- Taschenbuch: 64 Seiten
- Verlag: Penguin (Non-Classics); Auflage: Reprint (6. November 1984)
- Sprache: Englisch
- ISBN-10: 0140481877
- ISBN-13: 978-0140481877
- Größe und/oder Gewicht: 12,5 x 0,5 x 19,7 cm
- Durchschnittliche Kundenbewertung: 3 Kundenrezensionen
- Amazon Bestseller-Rang: Nr. 2.108.840 in Fremdsprachige Bücher (Siehe Top 100 in Fremdsprachige Bücher)
Master Harold . . . And The Boys (Plays, Penguin) (Englisch) Taschenbuch – 6. November 1984
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An argument between Master Harold, a seventeen-year-old South African, and Sam, the Black man employed at Harold's mother's restaurant, makes them reevaluate their friendship.
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Willie, the custodian, who also looks to Sam for guidance, plans to participate, along with Sam, in a ballroom dancing competition in two weeks. For them, dancing "is beautiful because that is what we want life [in South Africa] to be like." In real life, however, "none of us knows the steps...we're bumping into each other all the time." As the play progresses, the three men reminisce, talk about their ideas of what constitutes a great hero, and show their easy relationship with each other.
A phone call announcing that Hally's father is being released from the hospital upsets the equilibrium, however. Hally, morose and worried about the future, fears that his father will once again destroy his world. Taking out his anger on Sam and Willie, he tears at their dreams regarding the dancing contest, mocking their goals and becoming cynical about what the contest means to them. As his frustration grows, Hally hurts them as he has been hurt by his father, demanding ultimately that both men call him "Master Harold."
Based on an incident in the life of the playwright, who was strongly opposed to the policies of apartheid which began in South Africa around 1948, this powerful and poignant drama casts Sam, a black man, as a person of vision and nobility. Hally, a young white man, chooses to exert power, instead of being human, and shows that he is a lesser man than either Sam or Willie. Less a political drama than a human one, the play rises above its immediate setting to consider universal feelings and human relationships. Mary Whipple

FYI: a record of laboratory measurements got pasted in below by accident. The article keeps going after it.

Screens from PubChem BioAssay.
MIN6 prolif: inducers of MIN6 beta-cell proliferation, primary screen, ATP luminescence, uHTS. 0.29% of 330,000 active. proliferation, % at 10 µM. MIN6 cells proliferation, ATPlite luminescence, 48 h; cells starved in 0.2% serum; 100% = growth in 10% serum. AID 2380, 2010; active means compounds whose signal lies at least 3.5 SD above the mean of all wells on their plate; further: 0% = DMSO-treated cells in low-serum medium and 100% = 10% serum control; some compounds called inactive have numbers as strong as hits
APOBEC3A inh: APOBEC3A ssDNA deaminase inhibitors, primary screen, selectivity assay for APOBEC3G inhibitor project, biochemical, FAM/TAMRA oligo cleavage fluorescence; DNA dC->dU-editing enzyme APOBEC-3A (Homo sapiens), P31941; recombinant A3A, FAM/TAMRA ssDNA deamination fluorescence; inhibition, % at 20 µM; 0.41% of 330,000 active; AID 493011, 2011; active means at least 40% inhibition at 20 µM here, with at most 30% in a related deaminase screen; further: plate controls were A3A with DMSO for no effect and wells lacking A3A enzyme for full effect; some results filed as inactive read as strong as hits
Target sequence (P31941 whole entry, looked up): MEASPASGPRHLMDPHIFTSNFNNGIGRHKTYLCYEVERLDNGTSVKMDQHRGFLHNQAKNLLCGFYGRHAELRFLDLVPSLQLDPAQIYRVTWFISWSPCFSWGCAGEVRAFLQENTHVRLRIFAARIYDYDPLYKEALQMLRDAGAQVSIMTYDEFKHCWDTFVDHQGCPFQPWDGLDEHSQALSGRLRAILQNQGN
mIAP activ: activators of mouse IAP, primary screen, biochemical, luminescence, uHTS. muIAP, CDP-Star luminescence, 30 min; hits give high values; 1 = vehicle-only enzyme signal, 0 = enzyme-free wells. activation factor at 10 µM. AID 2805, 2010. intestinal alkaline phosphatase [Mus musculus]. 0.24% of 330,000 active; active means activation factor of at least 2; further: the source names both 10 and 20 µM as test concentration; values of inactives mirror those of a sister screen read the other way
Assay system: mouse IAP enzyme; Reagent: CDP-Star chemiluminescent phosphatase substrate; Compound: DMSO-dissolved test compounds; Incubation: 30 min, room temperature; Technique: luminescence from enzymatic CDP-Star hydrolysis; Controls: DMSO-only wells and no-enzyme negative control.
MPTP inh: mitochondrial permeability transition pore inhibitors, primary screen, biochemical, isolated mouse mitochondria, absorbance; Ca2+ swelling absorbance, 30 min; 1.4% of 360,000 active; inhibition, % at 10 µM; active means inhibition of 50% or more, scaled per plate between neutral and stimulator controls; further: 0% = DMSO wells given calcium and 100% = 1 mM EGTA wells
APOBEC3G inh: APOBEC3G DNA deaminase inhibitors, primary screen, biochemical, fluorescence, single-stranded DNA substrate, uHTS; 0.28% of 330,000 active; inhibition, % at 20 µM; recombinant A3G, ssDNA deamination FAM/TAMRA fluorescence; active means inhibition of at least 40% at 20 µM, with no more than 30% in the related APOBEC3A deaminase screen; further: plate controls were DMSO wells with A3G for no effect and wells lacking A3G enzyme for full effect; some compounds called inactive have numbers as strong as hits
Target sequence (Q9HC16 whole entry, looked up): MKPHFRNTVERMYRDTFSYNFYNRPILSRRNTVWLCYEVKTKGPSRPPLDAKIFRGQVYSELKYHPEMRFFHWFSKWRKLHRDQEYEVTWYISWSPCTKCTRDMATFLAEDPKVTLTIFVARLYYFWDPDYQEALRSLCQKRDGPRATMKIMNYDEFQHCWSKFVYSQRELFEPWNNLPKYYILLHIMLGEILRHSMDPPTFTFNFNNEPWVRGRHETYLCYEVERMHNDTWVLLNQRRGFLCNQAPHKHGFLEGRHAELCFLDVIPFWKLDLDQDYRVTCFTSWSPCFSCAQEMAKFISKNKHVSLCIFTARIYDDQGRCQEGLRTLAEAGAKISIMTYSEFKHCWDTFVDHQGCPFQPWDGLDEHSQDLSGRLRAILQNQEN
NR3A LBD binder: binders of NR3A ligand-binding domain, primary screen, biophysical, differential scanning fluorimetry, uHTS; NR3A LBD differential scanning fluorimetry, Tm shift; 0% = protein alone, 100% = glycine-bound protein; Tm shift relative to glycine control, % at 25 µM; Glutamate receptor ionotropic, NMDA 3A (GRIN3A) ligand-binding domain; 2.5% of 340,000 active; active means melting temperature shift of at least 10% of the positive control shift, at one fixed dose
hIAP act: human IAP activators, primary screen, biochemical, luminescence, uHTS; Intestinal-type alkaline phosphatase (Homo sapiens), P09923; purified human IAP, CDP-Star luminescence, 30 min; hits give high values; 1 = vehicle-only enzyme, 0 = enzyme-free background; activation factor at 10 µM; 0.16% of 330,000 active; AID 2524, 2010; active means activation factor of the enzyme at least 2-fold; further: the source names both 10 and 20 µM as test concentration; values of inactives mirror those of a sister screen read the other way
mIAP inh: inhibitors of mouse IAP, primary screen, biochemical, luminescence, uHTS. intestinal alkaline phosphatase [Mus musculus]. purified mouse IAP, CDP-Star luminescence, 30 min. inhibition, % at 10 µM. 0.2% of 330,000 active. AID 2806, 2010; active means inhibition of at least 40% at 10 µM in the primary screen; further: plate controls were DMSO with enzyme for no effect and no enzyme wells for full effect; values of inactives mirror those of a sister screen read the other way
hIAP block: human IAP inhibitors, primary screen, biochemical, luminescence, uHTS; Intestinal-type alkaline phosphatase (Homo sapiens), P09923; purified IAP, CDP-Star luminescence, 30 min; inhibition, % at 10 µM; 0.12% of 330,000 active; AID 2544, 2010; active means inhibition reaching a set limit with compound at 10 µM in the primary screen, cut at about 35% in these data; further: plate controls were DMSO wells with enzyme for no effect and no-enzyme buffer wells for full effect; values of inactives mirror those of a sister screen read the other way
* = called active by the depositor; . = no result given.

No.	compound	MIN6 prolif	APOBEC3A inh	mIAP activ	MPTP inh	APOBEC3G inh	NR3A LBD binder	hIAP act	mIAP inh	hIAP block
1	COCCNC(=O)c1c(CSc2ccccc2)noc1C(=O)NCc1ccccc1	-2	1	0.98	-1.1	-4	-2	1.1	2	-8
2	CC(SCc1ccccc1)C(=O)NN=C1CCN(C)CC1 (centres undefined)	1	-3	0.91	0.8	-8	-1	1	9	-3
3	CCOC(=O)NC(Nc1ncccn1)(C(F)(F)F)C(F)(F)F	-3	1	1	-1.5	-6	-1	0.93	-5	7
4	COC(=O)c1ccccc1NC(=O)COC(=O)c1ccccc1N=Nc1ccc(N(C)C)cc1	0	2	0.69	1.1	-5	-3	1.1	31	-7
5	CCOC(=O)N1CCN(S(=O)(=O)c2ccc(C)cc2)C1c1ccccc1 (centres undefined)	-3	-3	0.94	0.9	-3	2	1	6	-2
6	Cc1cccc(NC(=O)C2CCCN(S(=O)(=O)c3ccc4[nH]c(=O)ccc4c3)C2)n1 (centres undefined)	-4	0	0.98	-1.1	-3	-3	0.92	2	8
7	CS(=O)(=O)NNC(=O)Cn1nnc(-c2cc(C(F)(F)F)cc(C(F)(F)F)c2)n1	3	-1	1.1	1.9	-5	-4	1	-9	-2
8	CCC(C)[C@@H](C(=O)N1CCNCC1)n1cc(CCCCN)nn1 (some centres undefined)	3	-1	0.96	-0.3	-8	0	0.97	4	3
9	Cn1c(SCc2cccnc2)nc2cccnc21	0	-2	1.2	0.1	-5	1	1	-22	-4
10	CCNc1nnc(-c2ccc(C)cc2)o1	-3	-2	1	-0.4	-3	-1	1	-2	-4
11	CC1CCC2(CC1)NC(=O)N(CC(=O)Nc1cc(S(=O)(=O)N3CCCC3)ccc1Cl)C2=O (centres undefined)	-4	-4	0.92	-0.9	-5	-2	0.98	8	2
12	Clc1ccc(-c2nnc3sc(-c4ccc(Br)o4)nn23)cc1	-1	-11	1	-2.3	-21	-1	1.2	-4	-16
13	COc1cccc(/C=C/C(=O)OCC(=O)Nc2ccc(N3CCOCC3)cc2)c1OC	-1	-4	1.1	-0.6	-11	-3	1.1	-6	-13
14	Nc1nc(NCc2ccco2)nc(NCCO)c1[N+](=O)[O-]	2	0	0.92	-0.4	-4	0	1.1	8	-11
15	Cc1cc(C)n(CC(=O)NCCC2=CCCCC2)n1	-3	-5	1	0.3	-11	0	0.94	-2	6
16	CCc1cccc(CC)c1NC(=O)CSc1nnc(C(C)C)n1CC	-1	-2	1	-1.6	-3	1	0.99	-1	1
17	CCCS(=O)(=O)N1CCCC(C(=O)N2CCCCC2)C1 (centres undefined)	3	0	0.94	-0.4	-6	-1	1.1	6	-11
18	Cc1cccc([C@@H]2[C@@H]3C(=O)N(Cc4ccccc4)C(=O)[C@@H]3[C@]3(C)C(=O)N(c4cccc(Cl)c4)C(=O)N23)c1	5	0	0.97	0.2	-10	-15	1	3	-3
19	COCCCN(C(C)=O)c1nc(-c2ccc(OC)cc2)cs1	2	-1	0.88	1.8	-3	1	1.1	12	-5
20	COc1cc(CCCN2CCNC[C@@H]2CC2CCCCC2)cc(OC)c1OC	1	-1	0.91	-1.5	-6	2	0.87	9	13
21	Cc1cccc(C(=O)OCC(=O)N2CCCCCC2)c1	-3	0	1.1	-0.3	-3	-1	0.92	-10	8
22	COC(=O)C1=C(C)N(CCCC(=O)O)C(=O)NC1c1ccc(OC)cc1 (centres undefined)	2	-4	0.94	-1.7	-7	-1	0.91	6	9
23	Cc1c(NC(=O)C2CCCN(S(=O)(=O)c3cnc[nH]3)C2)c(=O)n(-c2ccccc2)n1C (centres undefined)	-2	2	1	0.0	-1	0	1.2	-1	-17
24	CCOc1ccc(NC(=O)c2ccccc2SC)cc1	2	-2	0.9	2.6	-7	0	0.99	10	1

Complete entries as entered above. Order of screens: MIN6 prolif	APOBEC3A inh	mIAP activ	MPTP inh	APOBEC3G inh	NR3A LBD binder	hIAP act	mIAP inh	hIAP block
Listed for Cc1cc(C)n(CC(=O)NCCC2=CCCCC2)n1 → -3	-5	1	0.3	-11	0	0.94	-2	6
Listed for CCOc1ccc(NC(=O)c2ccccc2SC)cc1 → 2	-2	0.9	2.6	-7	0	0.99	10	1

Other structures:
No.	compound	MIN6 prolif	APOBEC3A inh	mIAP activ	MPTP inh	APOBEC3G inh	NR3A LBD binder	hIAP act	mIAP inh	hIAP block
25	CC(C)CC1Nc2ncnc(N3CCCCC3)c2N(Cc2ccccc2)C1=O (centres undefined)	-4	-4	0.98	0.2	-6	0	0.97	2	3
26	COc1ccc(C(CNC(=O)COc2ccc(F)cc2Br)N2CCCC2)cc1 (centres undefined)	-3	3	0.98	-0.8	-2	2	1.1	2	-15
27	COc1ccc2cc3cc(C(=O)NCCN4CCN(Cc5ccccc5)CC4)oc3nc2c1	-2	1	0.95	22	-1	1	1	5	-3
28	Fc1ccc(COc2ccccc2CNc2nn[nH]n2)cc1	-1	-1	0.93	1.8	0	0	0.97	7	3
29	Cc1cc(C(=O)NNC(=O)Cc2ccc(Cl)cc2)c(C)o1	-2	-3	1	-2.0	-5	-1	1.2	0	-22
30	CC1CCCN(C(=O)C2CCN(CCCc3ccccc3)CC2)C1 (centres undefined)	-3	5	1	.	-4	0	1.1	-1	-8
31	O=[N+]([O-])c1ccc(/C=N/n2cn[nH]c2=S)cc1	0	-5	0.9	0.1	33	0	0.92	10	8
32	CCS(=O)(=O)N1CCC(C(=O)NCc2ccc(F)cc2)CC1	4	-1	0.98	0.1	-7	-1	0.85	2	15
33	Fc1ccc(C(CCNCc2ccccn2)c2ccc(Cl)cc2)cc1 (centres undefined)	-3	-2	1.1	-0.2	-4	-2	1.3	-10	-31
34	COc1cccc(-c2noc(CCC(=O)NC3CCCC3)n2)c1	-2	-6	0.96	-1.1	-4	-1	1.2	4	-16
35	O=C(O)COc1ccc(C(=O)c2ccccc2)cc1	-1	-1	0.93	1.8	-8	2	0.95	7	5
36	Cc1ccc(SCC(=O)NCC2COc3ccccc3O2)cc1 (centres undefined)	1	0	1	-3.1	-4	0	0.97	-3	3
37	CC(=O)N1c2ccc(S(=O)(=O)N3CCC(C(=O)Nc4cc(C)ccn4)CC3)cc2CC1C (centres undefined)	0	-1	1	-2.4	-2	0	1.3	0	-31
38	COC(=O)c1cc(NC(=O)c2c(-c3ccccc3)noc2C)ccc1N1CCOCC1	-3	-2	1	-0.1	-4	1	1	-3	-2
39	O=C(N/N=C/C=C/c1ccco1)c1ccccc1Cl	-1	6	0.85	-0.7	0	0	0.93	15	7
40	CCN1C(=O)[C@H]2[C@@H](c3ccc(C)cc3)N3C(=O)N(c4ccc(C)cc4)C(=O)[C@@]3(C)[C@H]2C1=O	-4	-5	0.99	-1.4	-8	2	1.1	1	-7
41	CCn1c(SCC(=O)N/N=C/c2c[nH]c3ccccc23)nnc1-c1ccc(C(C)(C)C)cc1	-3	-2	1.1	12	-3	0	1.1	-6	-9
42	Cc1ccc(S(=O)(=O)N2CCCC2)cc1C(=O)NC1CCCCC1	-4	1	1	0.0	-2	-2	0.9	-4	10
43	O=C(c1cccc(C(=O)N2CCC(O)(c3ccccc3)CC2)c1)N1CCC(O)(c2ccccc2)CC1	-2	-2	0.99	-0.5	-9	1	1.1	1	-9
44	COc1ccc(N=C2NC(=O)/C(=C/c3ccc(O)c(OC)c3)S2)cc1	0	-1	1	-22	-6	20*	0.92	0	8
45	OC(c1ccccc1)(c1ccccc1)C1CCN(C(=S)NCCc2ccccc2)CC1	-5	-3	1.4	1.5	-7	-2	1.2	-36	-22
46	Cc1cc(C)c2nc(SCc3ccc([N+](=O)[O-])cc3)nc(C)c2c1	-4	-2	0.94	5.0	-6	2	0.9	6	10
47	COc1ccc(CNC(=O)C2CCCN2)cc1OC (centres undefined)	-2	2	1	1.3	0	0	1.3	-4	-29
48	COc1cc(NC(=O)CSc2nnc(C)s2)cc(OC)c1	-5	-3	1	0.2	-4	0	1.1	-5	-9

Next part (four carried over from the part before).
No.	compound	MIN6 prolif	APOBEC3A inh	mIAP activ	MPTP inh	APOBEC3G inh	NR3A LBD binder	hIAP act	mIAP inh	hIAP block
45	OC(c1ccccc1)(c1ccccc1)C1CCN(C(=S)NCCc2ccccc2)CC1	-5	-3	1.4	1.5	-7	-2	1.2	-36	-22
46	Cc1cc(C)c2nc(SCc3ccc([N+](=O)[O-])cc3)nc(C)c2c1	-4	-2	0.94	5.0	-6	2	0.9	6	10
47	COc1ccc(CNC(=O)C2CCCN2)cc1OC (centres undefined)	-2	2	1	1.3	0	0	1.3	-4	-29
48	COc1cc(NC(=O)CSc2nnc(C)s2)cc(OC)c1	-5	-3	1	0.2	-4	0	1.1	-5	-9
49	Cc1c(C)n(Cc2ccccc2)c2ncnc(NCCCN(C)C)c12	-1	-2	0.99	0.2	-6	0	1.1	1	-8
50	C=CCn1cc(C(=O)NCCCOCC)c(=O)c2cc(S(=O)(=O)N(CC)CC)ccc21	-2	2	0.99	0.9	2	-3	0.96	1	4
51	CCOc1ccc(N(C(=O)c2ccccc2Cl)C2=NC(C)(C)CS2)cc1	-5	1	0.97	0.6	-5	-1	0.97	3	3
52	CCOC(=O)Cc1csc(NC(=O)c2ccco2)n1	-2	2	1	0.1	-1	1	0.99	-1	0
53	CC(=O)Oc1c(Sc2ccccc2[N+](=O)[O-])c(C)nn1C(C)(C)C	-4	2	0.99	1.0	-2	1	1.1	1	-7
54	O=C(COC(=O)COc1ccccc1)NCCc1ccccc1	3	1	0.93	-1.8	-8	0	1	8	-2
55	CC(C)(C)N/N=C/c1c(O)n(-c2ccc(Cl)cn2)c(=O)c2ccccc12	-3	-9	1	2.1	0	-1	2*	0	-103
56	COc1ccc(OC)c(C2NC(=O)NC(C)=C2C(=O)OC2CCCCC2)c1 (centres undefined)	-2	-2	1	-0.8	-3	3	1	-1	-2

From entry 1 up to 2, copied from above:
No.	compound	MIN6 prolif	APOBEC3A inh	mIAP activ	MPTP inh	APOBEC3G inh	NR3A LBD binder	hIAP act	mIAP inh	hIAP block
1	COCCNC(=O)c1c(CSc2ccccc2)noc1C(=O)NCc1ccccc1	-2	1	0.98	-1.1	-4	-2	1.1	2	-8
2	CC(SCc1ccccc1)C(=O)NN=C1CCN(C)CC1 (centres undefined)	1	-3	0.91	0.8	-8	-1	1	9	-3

Much of the play's effectiveness owes to its portrayal of the subtleties of racism. It is clear that Hally views himself as an enlightened person; he espouses lofty ideals, tutors Sam in geography, and prides himself on the taboo friendship he had with the two black men as a child. When Sam finally gets him to take an interest in his passion of ballroom dancing, Hally seems to congratulate himself for finding some value in what he calls "the release of primitive emotions through movement" in a "primitive black society." Yet in his smugness, Hally is oblivious to what's really going on. For all his talk of the need for "progress," he is unwilling to take personal responsibility for it, resigning himself instead to waiting for the next great social reformer to come along. He is condescending toward Sam and fails to realize he has anything to learn from the older man. However, the young man's ignorance comes through most poignantly when the two recall an incident during Hally's childhood where Sam took him to fly a homemade kite. We learn later that because of Hally's obliviousness toward Sam--and toward the sting of racism--his recollection of the event is missing a painful, essential truth that changes the story completely.
MASTER HAROLD does leave the reader with a glimmer of hope, embodied by the dignity and compassion Sam maintains even when abandoning these virtues would be more than understandable. But the play also shows how formidable are the psychological obstacles standing in the way of change, and the degree to which racism causes suffering on both sides. Once the truly ugly side of Hally's view of Sam comes out, he becomes committed to it. Further, it's not just between Sam and Hally--Hally is burdened by the failings of the previous generation, and beneath his arrogance is a deep shame about his crippled, pitiful alcoholic father. In the end, one cannot help but feel for Hally, because of the damage his racism has done to the most important relationship he has.
The dialogue in MASTER HAROLD is very real, yet it's also fraught with layers of meaning. That this play imbues a single sixty-page scene with so much significance, complexity, and wrenching emotion is a real testament to Fugard's masterful writing.
- Themes aplenty- race, father figures, intellect, age, art...
- And the symbolism- kites, ballroom dancing, comic books...
- Characters- so well-developed for a play that spans the course of just one afternoon
- The dialogue is so rich and powerful- the climax of the play is incredibly moving and insanely well-written
- Much can be done with historical and social context
Definitely a good read- would be a great airplane read- short, but deep (unless you're sitting next to a noisy child or a loud snorer).
The play shows this white boy, for no apparent reason, turning from gentle and calm to angry and frustrated.
Note how the crippled father shows how his point of view is crippled, showing how racist he is.
Athol Fugard is a very talented writer and makes this short 1hour by yourself or 2hour oral reading in class a remarquable one.
All plays should be as provoative as this one but sadly they aren't, and I strongly recommend buying this little gem, as light as a feather, that you'll be rereading a lot.